‘The effect on sea life of the large amounts of oil that dissolved below the surface is still a mystery. Two preliminary government reports on that issue have found concentrations of toxic compounds in the deep sea to be low, but the reports left many questions, especially regarding an apparent decline in oxygen levels in the water.’ So the good news continues to roll in, damn it. Low levels of oil, can’t find the oil, where the hell is the oil? And then they say later in the story that this is the most oil that’s ever poured into the Gulf of Mexico. No, it’s not. The Mexicans dumped far more oil in the Gulf in the eighties. Ixtoc 1 is what it was called. ‘Understanding the effects of the spill on the shorelines that were hit, including Louisiana’s coastal marshes, is expected to occupy scientists for years.’ Federal grants no doubt will fund all of this interest. ‘Fishermen along the coast are deeply skeptical of any declarations of success, expressing concern about the long-term effects of the chemical dispersants used to combat the spill and of the submerged oil, particularly on shrimp and crab larvae that are the foundation of future fishing seasons.

‘An unknown percentage of the oil would have been eaten by bacteria, essentially rendering the compounds harmless and incorporating them into the food chain. But other components of the oil have most likely turned into floating tar balls that could continue to gum up beaches and marshes,’ which happens every day on beaches anyway ‘and may represent a continuing threat –‘ may represent? It might not represent a continuing threat, too. ‘A three-mile by four-mile band of tar balls was discovered off the Louisiana coast on Tuesday.’ Damn it. That’s no reason to be happy. We got tarballs, all right! This is Thad Allen, the Coast Guard admiral: ‘While we would all like to see the area come back as quickly as it can, I think we all need to understand that we, at least in the history of this country, we’ve never put this much oil into the water. And we need to take this very seriously.’ Who cares if we have or not? The Mexicans did and Mexico is still around, Texas shoreline is still around, we recover. New York Times.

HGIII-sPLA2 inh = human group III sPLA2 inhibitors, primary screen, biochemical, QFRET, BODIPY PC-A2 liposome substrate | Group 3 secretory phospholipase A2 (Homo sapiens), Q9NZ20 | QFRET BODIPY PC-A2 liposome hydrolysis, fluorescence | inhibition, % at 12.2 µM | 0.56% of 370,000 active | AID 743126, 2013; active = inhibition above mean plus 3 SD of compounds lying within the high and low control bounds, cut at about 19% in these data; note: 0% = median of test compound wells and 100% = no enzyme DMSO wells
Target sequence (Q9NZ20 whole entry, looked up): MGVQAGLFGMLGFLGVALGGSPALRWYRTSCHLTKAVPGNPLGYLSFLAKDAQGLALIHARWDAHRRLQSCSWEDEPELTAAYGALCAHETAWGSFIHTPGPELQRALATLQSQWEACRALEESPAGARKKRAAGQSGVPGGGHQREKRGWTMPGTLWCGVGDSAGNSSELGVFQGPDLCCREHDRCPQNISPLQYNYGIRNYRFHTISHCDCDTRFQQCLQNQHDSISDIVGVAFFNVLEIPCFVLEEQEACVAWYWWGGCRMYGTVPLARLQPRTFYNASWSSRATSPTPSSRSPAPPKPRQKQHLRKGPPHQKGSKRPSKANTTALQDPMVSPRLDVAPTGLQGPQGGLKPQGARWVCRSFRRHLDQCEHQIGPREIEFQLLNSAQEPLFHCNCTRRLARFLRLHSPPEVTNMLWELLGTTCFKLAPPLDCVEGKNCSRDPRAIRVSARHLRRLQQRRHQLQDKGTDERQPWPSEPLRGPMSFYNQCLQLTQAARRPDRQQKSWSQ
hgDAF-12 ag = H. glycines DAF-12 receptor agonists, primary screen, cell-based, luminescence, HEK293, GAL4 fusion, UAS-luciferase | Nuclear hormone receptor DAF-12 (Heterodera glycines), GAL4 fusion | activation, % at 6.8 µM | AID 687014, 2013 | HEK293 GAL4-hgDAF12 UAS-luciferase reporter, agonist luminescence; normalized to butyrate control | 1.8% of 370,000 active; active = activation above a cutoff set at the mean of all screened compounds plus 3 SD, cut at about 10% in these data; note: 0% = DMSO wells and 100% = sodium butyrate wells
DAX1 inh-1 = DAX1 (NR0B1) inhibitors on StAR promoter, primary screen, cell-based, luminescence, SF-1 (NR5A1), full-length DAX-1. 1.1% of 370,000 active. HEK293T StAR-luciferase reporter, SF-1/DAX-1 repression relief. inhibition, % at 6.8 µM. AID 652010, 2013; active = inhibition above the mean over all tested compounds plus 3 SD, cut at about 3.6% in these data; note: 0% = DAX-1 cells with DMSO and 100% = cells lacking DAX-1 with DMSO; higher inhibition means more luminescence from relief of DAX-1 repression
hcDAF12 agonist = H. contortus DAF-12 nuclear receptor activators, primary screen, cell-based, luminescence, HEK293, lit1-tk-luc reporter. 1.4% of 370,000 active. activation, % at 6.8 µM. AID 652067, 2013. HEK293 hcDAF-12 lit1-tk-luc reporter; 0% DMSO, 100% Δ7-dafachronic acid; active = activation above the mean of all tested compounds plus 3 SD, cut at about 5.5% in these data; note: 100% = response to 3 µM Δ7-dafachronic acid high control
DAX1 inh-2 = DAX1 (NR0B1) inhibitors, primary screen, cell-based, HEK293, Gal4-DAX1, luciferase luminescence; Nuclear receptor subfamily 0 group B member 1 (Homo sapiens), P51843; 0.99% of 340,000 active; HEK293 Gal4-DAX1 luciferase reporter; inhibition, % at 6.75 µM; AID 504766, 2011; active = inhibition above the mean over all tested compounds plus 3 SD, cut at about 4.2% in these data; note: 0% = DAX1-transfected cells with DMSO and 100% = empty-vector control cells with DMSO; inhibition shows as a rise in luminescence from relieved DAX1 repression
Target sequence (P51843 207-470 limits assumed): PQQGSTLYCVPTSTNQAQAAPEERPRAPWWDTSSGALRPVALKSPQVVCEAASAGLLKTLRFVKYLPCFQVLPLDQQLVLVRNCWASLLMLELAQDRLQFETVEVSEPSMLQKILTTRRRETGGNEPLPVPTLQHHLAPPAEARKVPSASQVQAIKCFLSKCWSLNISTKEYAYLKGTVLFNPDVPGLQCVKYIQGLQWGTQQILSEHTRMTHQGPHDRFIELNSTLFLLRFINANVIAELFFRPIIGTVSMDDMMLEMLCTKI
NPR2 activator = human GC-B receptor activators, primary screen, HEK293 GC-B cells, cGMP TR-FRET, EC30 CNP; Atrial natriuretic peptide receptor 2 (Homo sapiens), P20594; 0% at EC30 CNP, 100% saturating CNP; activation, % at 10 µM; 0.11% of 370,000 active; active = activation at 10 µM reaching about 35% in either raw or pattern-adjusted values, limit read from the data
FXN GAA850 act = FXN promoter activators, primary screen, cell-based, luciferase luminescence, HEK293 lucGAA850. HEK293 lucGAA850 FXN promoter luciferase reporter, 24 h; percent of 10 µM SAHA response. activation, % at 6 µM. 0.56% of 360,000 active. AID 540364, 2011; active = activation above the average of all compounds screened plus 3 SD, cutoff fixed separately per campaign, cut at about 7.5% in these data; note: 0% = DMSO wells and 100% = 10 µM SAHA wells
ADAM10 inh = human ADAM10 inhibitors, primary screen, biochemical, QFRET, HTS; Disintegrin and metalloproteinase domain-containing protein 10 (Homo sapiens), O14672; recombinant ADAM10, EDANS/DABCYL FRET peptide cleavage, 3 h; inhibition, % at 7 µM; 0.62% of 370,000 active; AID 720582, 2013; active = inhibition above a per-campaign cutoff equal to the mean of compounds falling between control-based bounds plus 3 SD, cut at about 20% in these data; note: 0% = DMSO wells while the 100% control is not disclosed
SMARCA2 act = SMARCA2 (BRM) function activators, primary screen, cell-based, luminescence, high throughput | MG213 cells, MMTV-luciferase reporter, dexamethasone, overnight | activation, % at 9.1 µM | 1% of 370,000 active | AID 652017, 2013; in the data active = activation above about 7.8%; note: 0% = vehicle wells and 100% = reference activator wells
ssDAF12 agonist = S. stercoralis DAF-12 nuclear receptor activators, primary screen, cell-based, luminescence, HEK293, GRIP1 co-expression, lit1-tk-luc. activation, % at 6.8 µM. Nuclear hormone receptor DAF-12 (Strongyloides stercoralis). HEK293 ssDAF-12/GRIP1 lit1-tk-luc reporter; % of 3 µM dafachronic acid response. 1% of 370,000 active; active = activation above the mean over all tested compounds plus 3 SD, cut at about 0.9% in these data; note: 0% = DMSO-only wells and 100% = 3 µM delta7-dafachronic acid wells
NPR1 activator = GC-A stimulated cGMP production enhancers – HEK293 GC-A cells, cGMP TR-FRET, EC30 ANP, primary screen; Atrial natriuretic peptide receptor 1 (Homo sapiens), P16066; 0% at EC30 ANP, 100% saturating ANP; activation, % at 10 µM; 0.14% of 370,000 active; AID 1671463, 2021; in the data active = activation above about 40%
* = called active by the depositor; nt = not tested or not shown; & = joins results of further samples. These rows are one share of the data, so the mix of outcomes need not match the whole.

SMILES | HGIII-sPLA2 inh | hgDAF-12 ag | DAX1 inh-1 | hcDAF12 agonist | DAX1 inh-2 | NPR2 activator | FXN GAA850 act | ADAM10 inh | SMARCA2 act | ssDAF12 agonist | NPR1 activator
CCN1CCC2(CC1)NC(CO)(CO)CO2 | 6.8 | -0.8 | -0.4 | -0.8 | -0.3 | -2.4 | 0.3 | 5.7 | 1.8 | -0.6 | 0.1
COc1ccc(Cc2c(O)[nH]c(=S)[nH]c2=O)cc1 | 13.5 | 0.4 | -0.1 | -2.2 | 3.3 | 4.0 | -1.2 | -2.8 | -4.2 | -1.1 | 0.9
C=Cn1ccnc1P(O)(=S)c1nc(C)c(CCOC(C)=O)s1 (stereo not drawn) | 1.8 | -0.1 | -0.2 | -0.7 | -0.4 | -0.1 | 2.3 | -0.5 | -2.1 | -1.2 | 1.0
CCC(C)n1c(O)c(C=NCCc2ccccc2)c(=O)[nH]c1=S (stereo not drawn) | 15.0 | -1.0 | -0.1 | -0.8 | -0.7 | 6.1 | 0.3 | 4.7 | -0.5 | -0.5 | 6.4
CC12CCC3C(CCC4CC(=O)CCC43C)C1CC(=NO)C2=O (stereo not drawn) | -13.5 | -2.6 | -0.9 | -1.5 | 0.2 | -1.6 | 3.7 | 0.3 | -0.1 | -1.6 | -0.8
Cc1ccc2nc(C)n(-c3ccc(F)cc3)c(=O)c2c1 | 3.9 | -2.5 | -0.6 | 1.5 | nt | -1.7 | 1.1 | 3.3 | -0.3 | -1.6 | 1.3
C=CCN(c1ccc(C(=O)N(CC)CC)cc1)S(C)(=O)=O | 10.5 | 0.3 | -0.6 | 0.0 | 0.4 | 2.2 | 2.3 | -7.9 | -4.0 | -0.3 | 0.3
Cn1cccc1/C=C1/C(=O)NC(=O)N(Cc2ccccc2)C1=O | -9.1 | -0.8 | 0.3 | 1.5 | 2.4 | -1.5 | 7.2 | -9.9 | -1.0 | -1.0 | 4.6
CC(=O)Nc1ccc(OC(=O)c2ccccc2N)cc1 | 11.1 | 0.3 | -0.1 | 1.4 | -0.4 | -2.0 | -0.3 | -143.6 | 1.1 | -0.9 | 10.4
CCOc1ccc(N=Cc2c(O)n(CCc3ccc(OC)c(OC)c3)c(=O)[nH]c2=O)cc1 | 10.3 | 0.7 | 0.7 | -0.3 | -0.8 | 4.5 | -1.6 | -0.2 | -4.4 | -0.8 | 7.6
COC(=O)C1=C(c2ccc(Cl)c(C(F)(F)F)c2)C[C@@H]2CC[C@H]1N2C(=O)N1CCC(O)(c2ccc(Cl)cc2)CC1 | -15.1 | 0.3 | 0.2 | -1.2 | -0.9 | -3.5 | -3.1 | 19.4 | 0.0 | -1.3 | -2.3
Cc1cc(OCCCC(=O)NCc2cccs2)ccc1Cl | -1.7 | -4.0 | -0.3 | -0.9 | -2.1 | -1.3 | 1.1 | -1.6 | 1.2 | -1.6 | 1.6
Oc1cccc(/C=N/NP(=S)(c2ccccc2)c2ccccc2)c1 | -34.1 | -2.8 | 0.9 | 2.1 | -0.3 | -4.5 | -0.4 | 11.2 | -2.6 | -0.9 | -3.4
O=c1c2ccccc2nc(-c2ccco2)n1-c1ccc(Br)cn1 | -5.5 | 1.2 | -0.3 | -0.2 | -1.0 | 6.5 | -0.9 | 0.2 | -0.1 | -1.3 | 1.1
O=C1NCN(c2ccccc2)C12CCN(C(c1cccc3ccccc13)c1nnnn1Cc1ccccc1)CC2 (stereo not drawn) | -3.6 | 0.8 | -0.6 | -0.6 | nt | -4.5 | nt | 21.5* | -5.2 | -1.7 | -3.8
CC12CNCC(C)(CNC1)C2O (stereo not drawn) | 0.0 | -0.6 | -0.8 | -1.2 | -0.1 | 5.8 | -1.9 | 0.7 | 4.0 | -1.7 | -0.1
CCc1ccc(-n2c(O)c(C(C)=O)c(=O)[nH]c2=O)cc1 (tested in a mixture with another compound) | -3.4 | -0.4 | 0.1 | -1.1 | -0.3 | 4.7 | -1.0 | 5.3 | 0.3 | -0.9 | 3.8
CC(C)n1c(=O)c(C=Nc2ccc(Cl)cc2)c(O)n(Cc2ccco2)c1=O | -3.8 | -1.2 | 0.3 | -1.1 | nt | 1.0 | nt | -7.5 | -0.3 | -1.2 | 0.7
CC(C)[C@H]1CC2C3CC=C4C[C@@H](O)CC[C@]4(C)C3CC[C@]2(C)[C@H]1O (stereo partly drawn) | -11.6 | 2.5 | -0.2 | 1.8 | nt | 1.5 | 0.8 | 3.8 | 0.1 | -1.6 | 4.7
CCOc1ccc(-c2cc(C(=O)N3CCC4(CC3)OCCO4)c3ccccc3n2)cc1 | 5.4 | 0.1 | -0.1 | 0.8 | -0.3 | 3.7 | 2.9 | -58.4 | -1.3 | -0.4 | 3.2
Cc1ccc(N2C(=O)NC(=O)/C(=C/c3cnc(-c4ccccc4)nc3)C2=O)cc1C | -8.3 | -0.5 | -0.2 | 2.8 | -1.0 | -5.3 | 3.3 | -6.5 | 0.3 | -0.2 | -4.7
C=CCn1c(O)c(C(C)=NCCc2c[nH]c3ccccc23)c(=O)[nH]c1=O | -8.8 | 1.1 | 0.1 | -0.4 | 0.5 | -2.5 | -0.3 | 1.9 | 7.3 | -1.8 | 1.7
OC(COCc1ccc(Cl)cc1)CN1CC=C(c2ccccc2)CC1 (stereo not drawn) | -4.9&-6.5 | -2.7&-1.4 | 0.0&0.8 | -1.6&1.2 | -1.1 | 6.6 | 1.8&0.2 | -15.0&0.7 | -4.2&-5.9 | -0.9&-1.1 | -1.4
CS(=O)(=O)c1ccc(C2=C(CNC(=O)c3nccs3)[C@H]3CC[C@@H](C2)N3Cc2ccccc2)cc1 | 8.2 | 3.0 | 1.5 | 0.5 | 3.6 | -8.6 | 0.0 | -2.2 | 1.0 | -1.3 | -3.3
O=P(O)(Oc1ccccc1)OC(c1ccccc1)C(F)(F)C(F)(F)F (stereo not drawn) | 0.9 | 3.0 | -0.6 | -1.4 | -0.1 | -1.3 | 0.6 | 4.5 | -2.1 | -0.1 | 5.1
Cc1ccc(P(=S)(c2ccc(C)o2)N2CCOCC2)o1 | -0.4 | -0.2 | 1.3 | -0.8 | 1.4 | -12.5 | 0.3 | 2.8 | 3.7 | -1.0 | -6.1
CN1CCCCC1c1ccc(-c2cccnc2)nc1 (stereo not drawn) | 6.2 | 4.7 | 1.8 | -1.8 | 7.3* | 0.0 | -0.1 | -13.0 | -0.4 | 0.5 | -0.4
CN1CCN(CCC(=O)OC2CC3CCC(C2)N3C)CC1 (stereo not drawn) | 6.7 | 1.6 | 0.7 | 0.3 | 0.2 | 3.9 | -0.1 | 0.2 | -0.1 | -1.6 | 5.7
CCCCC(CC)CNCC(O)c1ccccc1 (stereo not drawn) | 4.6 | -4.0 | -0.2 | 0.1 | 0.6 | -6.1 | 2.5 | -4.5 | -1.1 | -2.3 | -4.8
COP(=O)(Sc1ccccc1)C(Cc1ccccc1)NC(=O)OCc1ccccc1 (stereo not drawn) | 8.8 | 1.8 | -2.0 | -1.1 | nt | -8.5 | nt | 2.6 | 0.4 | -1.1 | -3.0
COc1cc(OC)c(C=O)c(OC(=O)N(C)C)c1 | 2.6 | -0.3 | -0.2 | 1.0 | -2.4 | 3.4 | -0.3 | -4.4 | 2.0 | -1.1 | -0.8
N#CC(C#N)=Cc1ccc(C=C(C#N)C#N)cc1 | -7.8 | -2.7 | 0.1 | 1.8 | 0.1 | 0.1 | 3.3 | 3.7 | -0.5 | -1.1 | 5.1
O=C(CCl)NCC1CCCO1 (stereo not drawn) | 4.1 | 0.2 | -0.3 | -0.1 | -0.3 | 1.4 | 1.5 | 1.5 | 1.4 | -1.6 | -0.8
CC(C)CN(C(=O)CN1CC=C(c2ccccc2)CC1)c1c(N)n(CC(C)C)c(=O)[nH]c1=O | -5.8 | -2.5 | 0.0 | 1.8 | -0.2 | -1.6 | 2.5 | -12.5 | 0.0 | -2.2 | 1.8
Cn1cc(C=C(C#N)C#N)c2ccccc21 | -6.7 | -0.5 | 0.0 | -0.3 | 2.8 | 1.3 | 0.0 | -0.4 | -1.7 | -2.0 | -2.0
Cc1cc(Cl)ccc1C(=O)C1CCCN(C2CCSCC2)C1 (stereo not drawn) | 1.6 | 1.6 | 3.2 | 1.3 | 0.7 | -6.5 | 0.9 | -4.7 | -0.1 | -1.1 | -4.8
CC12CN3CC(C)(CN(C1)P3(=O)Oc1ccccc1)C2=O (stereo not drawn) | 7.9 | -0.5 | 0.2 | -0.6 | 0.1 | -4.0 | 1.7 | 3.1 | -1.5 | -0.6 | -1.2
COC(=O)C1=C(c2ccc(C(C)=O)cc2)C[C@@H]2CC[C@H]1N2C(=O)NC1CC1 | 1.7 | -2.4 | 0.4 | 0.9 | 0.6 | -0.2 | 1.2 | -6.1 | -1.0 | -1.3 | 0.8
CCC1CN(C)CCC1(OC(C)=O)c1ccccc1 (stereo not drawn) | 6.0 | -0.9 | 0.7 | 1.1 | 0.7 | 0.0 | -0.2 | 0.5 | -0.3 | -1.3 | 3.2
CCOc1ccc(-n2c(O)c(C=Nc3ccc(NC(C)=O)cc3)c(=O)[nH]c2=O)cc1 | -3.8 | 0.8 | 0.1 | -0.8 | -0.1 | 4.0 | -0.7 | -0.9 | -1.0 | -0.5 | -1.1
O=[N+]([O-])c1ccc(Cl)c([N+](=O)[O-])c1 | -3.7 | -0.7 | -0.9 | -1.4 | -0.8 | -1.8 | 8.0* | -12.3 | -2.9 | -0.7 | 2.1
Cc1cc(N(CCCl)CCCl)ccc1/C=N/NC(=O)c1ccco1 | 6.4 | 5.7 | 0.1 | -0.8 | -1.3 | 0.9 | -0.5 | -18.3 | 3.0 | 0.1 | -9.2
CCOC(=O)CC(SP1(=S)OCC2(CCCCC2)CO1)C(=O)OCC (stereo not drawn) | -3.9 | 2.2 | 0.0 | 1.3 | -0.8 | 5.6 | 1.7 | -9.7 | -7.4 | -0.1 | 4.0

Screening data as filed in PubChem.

And this is the Washington Post: ‘Oil from the BP blowout is degrading rapidly in the warm waters of the Gulf of Mexico and becoming increasingly difficult to find on the water surface, the head of the National Oceanic and Atmospheric Administration said Tuesday. ‘The light crude oil is biodegrading quickly,’ NOAA director Jane Lubchenco said during the response team daily briefing. ‘Significant oil has been dispersed and broken down by bacteria.” Mother Nature again. Who’s Mother Nature? Look at me. Mother Nature is God, leftists. Notice how harder to find is in the Washington Post headline, oil in Gulf degrading, becoming harder to find. Makes it sound like the oil is still there. Oil is still there like it’s hiding somewhere next to the 3.6 million jobs that have been created or saved. We know those jobs are there, too, but we can’t see ’em, we can’t find ’em. Where’s the oil? We’re looking for the oil. It’s just harder to find, like it’s hiding next to ten years of missing heat from global warming. But if the bacteria have eaten it, isn’t it actually gone?

The quotes at the end of this story: ‘A significantly more optimistic assessment of the environmental effects of the oil well blowout came Tuesday from Edward Owens, who worked with Exxon for four years on the Valdez spill in Alaska and who has been hired as a consultant to BP. Owens was quoted as saying the fragile Louisiana marshes would be close to pre-blowout condition within months and that the environmental impact on the gulf as a whole would be ‘quite small.” Whoa. Something’s going to have to happen to this guy. Doesn’t he realize the permanent destruction of the Gulf is now settled science? The permanent destruction, that’s the template, that’s the narrative. But get this. We have a media montage from anchors in New York City. Rush Limbaugh was right about all of this.